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I am being outed. The Conservatives have put me on a list of allegedly Blairite intellectuals. The intellectual bit is nice, though this company is curiously mixed - it includes one radical Tory and an admirer of Sir James Goldsmith. The common thread seems to be that we have all written books critical of the government and constitution and so created ''an environment in which Blairism can flourish''.

Quite right: it is time to come clean. The Islington Eight have been meeting in a basement below Granita restaurant. There we thought up the famous and brilliant slogans (''new Labour, new Biscuit''; ''Stakeholding when conditions permit''; ''If you want a barrister for a neighbour, vote Labour''). There, Simon Jenkins, that well-known incendiary from the Times, poured the Lapsang Souchong, while the sinister figures of Frank Field, Will Hutton and Professor David Marquand were busily mass-producing woolly cardigans and sniggering about how they were going to undermine John Major with a Bill of Rights and self-government for Huddersfield. What visions we had! Ah, well ...

Seriously, though, some readers complain that the Independent is too cynical about Labour; others that we are overtly pro-Labour. The truth is, we will never be the bag-carriers or loyalists of any party; and Blair, I fear, hasn't even read my books. On joining the Independent, before it launched, I was instructed by Tony Bevins, the political editor, that unless all the party headquarters were furious about the paper, we weren't doing our job. This seems a high ambition - but a worthy one.

Very many people have written in about last week's letter, when I raised the problem of how far we should go as a newspaper in reporting the details of horrible crimes. There were strong words from both sides of the argument. One letter came from an infant school teacher who had found the Dunblane tragedy almost unbearable. She wrote that ''in order to cope with this tragedy we did need information about it'.' But that didn't mean knowing everything. She questioned the prominent front-page pictures of the children who died, adding: "My son wanted to know what they had done to get on to the front of our paper. I replied that they were very special children. Never forget that six-year-olds can read pictures and that newspapers lie around in houses in a way that books need not.'' Another writer said that wanting to know everything was a primitive instinct which was damaging and contagious, while a third wrote that the Independent should be for ''the responsible, socially conscious citizens ... The grisly details disgust them".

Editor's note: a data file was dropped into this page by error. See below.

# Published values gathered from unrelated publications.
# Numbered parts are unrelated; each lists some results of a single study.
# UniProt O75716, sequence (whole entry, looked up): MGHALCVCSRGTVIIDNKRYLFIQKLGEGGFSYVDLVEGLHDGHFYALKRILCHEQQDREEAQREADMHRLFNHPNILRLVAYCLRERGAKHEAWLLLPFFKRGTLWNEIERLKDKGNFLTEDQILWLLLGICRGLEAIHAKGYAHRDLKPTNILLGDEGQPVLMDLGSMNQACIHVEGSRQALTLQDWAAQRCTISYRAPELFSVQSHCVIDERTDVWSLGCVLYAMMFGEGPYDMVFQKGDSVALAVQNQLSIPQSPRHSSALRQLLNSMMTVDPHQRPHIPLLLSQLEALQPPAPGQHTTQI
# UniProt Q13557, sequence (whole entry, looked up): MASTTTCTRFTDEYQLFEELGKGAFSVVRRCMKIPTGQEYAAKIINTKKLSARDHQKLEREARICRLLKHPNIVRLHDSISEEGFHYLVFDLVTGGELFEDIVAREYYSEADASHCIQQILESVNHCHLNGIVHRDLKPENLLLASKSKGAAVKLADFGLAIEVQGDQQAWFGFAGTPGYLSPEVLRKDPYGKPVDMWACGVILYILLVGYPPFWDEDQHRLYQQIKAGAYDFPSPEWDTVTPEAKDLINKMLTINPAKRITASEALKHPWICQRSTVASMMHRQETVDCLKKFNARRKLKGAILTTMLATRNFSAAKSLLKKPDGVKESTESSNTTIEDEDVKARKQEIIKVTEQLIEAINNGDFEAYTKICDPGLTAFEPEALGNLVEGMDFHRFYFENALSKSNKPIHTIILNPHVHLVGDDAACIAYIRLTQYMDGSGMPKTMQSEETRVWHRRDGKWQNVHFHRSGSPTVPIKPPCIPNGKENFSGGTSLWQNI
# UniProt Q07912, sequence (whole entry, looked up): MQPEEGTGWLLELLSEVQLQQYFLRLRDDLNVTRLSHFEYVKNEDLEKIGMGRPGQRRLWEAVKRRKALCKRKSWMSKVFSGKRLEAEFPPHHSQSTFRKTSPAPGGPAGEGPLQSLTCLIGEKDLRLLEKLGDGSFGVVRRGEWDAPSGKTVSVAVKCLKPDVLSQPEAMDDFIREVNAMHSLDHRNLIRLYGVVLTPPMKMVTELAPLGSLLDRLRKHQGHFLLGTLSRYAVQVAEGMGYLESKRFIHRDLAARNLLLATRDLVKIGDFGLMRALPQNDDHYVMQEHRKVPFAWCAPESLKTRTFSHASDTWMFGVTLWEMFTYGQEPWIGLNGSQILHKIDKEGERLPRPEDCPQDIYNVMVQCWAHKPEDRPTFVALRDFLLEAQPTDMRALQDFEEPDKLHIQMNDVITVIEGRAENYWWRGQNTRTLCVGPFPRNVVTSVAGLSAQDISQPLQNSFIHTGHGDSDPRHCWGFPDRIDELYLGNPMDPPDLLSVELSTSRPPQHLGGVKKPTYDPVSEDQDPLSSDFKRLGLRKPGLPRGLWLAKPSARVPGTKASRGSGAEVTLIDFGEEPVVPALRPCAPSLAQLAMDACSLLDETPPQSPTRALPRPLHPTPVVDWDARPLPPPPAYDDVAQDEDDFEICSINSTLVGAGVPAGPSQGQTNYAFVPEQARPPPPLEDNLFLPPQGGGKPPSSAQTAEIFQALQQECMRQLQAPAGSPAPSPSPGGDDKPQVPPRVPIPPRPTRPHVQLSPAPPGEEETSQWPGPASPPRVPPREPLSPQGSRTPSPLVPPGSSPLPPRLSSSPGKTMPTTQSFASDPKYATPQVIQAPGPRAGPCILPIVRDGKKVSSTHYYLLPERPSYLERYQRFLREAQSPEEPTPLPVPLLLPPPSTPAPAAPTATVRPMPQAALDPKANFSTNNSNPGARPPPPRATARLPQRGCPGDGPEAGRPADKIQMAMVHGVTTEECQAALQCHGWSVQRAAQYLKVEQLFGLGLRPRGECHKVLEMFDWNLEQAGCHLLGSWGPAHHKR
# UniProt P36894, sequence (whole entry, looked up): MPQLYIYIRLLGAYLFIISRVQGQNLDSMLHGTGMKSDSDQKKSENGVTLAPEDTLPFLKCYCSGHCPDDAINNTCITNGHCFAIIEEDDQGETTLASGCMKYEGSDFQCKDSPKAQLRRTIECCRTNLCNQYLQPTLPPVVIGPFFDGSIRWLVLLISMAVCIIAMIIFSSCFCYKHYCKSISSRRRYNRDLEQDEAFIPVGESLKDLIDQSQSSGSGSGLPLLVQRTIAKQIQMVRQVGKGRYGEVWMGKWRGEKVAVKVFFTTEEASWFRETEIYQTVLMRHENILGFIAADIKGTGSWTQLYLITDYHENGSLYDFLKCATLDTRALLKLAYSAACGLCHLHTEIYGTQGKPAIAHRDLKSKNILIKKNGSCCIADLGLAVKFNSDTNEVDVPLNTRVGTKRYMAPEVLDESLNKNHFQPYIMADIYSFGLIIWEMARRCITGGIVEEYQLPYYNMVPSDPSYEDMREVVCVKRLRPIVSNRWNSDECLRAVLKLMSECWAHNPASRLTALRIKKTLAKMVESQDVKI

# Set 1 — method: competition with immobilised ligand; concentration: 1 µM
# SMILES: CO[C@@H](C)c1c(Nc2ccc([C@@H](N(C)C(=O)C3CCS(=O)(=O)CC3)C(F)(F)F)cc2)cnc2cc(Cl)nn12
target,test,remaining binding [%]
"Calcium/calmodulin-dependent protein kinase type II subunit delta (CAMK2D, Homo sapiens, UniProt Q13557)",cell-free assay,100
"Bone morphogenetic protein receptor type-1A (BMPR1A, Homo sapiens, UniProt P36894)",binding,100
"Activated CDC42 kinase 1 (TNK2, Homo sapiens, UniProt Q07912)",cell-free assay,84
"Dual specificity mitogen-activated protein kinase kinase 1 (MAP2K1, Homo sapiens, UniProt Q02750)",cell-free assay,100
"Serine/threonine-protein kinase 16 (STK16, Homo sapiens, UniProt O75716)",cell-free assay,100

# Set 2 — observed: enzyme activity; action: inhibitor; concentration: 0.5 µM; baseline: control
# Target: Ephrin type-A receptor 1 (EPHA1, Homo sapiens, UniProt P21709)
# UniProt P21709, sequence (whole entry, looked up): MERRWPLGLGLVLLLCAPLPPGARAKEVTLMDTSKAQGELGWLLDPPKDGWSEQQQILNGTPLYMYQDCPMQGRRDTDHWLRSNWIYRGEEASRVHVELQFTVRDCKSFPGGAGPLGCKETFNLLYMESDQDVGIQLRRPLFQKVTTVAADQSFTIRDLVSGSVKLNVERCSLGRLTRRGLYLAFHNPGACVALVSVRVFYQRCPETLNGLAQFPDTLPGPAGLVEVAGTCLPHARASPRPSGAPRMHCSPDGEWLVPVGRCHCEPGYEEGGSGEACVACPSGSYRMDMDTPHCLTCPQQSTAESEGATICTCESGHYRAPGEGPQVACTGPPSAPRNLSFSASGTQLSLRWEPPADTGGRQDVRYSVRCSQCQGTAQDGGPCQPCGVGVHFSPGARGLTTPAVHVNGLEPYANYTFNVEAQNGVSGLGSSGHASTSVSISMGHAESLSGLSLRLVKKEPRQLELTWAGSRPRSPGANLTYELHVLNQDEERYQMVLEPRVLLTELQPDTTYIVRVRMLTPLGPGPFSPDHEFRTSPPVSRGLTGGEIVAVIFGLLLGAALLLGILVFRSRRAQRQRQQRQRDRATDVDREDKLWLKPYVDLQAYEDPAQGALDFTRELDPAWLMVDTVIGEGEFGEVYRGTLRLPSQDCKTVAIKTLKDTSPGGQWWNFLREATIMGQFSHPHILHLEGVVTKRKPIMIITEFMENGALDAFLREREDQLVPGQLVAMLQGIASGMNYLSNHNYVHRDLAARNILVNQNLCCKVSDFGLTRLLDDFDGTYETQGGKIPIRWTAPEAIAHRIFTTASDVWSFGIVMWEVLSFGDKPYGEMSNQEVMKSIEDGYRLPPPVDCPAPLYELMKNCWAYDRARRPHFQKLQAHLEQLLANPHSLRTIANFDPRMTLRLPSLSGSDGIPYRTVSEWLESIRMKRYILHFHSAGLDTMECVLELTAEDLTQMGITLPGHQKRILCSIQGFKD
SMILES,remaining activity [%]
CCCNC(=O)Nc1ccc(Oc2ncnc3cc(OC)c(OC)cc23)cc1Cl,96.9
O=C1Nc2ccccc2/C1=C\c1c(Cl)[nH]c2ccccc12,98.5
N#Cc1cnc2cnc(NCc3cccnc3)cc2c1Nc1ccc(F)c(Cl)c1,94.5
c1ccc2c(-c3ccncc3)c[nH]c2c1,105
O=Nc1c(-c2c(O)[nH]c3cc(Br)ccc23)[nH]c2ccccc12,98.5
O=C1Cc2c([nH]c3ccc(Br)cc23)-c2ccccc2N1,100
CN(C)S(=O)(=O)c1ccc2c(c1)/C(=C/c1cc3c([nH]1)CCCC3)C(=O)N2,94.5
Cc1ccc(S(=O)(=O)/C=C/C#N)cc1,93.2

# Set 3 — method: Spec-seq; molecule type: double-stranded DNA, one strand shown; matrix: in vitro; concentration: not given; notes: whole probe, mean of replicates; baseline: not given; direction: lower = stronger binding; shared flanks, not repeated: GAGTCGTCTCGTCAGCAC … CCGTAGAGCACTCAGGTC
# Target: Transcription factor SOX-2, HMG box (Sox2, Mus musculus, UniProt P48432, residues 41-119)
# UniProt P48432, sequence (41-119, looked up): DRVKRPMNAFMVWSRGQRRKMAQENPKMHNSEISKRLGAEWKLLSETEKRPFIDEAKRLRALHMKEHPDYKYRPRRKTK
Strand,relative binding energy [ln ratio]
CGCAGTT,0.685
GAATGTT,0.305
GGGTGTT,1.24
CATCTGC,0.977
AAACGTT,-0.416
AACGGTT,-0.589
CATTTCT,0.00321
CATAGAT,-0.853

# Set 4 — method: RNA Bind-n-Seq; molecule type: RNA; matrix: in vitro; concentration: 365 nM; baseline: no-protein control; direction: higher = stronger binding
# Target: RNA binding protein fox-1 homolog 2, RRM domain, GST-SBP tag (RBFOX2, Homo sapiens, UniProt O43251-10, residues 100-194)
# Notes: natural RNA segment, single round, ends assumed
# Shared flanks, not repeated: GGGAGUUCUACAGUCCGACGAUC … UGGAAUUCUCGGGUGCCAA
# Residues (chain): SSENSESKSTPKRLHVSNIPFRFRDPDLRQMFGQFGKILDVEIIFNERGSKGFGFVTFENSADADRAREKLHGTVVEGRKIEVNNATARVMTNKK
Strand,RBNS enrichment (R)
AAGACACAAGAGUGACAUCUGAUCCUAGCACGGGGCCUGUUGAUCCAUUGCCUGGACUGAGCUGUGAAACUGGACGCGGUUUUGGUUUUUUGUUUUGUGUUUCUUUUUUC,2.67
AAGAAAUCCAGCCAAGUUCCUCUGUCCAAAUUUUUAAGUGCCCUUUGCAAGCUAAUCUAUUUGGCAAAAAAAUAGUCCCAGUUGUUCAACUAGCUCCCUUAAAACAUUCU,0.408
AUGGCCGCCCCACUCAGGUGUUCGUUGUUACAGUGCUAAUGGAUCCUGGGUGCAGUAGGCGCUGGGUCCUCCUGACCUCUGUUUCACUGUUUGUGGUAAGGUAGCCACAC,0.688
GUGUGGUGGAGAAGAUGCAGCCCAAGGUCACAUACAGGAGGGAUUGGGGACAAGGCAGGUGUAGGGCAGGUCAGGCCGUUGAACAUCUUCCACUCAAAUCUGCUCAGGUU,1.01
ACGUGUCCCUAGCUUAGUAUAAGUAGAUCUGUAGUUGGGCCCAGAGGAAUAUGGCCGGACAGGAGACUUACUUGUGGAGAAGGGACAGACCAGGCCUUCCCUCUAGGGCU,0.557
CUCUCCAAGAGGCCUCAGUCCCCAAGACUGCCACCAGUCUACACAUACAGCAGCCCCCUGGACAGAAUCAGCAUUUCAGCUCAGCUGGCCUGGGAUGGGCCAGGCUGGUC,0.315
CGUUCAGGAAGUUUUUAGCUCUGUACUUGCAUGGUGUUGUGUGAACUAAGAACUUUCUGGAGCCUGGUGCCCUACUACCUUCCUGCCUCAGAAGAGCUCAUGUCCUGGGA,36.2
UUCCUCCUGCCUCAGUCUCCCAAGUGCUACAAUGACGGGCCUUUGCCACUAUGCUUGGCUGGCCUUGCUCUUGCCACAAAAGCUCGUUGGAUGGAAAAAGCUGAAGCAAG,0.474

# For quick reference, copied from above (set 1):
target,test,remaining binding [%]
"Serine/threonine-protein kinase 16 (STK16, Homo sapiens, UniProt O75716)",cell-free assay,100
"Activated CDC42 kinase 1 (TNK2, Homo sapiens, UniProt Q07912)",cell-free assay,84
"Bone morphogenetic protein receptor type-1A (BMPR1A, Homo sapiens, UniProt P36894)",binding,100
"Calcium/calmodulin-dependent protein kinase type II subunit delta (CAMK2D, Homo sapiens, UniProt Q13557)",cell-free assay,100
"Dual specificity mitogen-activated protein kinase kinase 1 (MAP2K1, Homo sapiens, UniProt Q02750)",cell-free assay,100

But others didn't agree at all. One Asian reader said he read this paper because it was ''candid, blunt and sometimes excessively informative, rather than selectively informative ... I would advise against self-censorship.'' He noted, rightly, that Western papers were far readier to use pictures of dead foreigners. Another agreed: ''I don't think you should exclude 'the nasty bits' in the Sophie Hook murder case. Readers are entitled to all the facts and will seek them in other papers if they feel they are being over-edited.'' So, no final conclusion, though my instinct remains cautious and will we carry on erring that way.

Finally, apropos the return of the Stone of Destiny to Scotland, the leader of the SNP, Alex Salmond, was being interviewed by a Scottish radio reporter. Right, she said challengingly, now that the Scone Stone is coming home, don't you think it's time to return the Elgin marbles to Elgin?